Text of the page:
Problems with Neuroplasticity
Researchers who study the brain have long discovered and argued that Neuroplasticity plays a vital role in our overall functioning. Neuroplasticity gives us the ability to structure our thoughts, attempt to control our feelings, and act as a barrier when it comes to behaviors that we might want to think twice about.
“What we do know so far is that neuroplasticity has enabled people to recover from stroke, injury, and birth abnormalities, improve symptoms of autism, ADD and ADHD, learning disabilities and other brain deficits, pull out of depression, anxiety, and addictions, and reverse obsessive-compulsive patterns,” writes Debbie Hampton.
And for people who are overcoming any form of addiction and mental health issue, unless they are able to reconstruct parts of the brain, very often destructive habits can take over such as ongoing cheating and sex addiction.
Attachment and Relationships
All children have to develop some form of attachment with a caregiver (parents, grandparents, teachers, pastors, and otherwise). Cleary, when that attachment is broken time and time again, there’s a high chance that trauma later in a person’s life can manifest itself in destructive ways such as chronic cheating and sex addiction.
Experts who have spent years studying attachment styles have discovered that we fall into one of the four types—although at any given time, we can cross over to any type.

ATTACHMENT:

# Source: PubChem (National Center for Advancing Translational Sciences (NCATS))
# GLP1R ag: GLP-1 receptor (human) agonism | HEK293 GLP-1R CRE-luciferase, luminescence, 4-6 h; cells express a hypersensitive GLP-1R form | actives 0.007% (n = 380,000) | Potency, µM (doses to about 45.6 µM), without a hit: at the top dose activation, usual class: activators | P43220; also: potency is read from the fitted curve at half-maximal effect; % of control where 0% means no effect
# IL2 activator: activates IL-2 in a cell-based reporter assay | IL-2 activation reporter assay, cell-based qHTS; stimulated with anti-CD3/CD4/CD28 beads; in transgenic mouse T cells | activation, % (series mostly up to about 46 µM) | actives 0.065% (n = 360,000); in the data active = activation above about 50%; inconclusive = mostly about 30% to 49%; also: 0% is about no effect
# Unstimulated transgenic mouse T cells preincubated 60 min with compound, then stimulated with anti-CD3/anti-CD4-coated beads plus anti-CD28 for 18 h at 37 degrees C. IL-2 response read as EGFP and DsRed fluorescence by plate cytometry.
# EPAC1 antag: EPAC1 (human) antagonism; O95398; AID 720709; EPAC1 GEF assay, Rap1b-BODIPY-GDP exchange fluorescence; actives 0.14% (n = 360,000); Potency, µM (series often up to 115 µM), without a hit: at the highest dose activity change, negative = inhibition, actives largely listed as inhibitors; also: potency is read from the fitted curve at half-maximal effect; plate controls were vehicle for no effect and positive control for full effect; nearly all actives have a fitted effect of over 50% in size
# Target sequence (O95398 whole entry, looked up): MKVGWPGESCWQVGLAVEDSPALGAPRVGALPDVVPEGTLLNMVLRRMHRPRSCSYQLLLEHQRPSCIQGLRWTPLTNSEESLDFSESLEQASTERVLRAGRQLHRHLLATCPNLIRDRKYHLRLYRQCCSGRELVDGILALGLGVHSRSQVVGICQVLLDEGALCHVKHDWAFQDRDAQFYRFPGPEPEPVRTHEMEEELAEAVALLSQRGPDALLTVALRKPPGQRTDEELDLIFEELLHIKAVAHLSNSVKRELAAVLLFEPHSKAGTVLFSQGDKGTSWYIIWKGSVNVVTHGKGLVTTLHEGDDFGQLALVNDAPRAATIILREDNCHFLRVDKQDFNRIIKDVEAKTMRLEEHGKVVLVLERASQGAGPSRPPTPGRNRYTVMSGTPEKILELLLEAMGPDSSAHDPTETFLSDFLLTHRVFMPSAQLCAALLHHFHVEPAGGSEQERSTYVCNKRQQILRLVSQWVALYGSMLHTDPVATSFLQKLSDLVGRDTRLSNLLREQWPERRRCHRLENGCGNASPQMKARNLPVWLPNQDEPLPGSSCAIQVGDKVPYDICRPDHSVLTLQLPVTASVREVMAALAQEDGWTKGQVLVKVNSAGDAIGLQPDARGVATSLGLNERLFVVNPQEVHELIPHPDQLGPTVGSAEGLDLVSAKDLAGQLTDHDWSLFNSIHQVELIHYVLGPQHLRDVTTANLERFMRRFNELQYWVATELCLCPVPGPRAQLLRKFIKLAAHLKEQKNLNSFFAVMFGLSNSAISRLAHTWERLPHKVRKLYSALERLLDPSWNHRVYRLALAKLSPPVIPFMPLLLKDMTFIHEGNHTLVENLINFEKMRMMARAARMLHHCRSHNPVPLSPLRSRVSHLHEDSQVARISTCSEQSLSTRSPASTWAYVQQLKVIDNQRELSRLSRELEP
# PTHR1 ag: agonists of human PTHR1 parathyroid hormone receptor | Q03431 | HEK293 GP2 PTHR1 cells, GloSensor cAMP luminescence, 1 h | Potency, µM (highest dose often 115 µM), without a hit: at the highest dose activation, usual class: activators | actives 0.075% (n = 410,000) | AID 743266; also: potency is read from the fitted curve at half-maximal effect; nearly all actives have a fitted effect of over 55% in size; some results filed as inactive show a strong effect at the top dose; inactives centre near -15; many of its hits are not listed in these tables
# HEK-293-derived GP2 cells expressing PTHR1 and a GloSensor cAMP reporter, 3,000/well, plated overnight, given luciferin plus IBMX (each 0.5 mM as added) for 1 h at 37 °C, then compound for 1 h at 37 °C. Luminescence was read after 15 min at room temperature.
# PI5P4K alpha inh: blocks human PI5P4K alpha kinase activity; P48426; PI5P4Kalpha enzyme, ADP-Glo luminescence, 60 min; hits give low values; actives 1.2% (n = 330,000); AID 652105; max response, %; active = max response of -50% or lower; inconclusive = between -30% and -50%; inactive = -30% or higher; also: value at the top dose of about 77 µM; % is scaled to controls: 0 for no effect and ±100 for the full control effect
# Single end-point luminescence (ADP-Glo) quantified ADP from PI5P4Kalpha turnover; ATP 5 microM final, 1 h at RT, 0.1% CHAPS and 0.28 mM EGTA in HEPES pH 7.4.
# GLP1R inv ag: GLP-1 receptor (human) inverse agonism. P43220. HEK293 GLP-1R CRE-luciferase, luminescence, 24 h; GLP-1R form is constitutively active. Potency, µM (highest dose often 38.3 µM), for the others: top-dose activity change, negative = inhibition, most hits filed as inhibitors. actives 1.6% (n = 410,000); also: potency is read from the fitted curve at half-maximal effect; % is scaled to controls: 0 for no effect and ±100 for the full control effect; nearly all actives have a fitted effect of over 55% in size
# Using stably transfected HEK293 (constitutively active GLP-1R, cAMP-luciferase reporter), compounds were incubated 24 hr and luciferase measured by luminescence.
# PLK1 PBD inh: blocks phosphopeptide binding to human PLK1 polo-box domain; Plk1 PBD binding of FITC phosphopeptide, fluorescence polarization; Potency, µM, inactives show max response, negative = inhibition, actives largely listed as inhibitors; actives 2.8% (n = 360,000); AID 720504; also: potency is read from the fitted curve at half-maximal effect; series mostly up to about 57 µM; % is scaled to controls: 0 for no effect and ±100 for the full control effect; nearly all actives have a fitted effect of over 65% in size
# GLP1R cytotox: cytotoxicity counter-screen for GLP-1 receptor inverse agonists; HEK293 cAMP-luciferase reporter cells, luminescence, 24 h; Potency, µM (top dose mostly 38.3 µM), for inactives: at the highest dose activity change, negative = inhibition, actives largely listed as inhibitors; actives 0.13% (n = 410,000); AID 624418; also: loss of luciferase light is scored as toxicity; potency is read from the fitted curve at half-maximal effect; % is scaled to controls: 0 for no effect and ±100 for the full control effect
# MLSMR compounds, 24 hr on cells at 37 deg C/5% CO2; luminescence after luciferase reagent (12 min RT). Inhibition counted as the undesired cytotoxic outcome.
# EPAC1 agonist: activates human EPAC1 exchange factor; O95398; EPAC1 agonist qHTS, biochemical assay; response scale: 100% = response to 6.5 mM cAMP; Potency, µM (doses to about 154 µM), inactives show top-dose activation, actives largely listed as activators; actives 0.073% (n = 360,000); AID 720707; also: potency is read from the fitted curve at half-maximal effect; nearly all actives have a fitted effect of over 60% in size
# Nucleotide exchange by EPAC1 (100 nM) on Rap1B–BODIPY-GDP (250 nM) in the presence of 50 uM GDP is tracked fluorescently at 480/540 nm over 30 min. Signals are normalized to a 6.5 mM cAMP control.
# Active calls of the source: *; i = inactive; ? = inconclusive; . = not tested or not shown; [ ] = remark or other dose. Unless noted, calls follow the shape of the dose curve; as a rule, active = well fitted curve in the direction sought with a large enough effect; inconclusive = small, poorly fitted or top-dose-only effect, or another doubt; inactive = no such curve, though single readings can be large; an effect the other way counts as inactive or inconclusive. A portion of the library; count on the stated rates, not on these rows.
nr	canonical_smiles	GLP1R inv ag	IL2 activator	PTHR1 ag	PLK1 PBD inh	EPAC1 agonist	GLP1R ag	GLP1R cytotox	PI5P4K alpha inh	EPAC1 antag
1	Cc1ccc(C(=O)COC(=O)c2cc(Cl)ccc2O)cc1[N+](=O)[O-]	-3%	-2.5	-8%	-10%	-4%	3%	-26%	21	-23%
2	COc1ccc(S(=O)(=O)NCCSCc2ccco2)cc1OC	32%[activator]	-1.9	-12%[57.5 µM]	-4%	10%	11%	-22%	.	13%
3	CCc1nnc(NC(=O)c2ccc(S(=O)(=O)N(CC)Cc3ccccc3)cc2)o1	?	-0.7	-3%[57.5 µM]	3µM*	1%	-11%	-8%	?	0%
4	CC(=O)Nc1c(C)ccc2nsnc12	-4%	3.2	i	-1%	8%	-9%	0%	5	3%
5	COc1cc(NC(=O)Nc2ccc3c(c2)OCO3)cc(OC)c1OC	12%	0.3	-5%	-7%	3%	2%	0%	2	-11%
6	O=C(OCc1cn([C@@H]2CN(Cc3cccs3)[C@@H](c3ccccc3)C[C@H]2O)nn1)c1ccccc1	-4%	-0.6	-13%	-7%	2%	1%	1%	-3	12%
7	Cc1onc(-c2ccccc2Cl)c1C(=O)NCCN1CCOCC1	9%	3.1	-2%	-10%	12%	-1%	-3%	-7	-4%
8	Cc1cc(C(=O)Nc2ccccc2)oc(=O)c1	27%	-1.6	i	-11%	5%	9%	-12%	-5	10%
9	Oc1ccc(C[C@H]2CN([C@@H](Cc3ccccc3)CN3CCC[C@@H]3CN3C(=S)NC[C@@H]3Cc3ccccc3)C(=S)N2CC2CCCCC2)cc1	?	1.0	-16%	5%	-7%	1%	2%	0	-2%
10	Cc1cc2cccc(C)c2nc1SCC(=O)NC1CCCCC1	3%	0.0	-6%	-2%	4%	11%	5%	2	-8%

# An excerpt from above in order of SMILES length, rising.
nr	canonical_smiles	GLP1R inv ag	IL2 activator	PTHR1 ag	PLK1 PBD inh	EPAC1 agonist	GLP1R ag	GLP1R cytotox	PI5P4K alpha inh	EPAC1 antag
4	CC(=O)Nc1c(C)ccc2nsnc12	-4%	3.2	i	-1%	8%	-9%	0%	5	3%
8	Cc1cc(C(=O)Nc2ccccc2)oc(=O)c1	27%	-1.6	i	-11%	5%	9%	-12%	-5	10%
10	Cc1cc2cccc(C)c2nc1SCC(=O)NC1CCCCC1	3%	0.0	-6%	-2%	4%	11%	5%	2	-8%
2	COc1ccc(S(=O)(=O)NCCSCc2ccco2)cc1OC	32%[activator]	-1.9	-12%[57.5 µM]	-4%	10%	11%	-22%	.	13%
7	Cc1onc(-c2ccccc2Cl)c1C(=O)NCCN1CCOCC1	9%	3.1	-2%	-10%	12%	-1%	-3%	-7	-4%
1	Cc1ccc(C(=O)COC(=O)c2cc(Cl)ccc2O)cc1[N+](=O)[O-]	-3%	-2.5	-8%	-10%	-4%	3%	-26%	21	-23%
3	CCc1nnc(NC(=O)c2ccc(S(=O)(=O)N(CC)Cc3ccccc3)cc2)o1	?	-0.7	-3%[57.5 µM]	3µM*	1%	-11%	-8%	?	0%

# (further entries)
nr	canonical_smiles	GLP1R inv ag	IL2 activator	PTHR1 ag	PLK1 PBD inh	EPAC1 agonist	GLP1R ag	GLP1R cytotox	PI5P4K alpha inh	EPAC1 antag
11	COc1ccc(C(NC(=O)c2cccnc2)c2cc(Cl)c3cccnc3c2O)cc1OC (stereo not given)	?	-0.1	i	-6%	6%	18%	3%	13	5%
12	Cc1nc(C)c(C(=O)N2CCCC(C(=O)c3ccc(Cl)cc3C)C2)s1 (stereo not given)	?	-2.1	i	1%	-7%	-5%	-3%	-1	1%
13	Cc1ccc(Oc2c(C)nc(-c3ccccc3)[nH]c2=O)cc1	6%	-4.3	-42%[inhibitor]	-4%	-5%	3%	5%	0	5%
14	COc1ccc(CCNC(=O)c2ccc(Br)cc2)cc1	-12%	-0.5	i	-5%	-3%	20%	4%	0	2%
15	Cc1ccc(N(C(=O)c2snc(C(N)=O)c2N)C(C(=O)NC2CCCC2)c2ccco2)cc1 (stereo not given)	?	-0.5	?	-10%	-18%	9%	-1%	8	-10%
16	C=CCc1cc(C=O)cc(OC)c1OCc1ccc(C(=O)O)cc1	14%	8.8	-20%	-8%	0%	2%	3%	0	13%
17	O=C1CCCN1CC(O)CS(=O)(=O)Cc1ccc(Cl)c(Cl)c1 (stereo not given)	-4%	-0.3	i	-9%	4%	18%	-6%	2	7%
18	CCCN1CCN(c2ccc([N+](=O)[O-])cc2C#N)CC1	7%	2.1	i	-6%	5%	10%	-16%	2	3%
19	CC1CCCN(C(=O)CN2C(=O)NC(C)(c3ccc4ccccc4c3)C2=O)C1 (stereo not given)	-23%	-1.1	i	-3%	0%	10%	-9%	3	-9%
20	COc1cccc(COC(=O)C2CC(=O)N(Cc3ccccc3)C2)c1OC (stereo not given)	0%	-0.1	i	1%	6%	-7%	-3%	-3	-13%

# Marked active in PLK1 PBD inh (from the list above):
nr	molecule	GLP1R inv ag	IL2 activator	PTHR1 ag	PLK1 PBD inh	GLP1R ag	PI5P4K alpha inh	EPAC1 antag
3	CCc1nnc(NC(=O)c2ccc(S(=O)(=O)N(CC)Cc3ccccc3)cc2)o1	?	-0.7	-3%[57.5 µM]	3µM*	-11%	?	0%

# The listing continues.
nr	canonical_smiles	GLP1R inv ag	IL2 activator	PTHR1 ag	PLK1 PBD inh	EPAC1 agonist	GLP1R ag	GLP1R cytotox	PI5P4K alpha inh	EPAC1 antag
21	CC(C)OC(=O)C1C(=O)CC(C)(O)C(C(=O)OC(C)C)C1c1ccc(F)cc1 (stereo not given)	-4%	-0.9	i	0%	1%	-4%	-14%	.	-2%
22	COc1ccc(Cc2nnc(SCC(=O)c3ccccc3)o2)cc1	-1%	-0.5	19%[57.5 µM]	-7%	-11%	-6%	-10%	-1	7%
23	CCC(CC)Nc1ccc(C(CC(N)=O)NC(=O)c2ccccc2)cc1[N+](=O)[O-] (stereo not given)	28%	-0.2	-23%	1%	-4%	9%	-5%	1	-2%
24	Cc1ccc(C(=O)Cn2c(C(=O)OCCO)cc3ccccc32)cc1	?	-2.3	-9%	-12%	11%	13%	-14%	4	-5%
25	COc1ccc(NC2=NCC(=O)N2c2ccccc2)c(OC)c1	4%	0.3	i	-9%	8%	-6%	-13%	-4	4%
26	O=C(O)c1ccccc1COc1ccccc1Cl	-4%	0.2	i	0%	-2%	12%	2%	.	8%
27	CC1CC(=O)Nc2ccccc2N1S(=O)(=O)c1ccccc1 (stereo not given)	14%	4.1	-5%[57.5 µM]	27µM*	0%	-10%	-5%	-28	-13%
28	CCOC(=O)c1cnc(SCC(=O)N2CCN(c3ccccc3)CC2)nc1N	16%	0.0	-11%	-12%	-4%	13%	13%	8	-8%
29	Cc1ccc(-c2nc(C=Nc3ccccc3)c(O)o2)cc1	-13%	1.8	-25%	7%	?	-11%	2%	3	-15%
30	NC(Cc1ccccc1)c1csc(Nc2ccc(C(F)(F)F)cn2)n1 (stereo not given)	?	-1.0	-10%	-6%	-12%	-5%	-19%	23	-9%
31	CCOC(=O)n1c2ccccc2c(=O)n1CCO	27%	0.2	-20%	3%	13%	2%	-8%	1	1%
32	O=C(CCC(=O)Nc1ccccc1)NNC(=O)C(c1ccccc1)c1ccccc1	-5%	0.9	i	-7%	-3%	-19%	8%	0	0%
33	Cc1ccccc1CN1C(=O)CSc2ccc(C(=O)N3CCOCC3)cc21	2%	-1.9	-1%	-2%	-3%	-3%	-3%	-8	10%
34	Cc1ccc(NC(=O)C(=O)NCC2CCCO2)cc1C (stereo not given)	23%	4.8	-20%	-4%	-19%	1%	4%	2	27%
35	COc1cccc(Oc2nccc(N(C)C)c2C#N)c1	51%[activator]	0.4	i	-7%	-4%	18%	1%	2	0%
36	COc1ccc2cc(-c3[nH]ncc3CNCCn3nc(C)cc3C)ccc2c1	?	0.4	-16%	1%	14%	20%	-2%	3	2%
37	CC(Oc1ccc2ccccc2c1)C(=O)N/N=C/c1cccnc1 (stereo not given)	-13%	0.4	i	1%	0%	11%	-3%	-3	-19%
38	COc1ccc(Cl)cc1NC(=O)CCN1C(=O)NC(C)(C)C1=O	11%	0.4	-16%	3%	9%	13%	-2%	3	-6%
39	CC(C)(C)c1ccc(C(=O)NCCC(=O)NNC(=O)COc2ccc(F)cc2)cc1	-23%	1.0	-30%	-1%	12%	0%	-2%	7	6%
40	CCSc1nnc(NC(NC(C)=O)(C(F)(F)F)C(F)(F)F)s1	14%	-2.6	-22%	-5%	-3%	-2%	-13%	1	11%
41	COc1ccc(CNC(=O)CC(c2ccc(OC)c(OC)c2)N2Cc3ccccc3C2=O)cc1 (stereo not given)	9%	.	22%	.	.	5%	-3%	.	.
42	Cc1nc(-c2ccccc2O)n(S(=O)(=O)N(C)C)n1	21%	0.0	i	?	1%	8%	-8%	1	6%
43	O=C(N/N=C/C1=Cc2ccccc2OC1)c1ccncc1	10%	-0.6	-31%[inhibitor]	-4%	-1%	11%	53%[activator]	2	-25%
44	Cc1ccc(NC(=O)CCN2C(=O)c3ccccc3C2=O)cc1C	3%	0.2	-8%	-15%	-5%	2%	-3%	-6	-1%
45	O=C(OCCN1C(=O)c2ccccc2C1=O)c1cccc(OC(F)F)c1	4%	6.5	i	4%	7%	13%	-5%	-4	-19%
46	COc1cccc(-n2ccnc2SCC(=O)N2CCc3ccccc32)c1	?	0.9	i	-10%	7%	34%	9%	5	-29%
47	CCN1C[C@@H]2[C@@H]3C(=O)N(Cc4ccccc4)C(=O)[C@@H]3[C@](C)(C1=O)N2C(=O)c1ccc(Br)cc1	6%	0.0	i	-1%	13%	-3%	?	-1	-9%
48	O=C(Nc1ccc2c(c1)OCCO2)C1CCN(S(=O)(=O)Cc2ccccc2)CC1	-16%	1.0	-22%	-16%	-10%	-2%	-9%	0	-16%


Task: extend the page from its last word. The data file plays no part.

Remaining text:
Shahram Heshmat Ph.D writes, “One view of addiction contends that it is an attachment disorder. Evidence indicates that insecure close relationships serve as a risk factor for addiction.” She adds, “Individuals who have difficulty in establishing healthy attachments are more inclined to substitute drugs and alcohol for their deficiency in intimacy This explains why lonely people are more vulnerable to abuse drugs. These individuals may be self-medicating their feelings of emptiness and internal discomfort.”
The four attachment styles are
- Individuals with this attachment style are not only concerned with rejection, and while they enjoy being in relationships, they have enough confidence to recognize when adjustments need to be made.
- These people struggle with intimacy. They often
- The people have might be preoccupied with the desire to be close with others or in a relationship but are too anxious and insecure.
- These individuals are uncomfortable with intimacy and untrusting of others in a relationship. They often have unresolved emotions that makes them frightened by past experiences and traumas.
The reality is, chronic cheating/sex addiction requires a great deal of unpacking because there are many variables that play a factor in its cause. And treatment options are very given that many professionals are trained in different theoretical ways to treat this disorder. The purpose of this article was to provide some knowledge about why a person might struggle with chronic cheating and sex addiction. But, thankfully, there are thousands upon thousands of articles, support groups, and treatment suggestions on Google—so take comfort in knowing help is out.
Always remember, “It takes only love, patience, honesty, and understanding even to shake the hardest of hearts or turn a cheater to a Perfect Suitor.”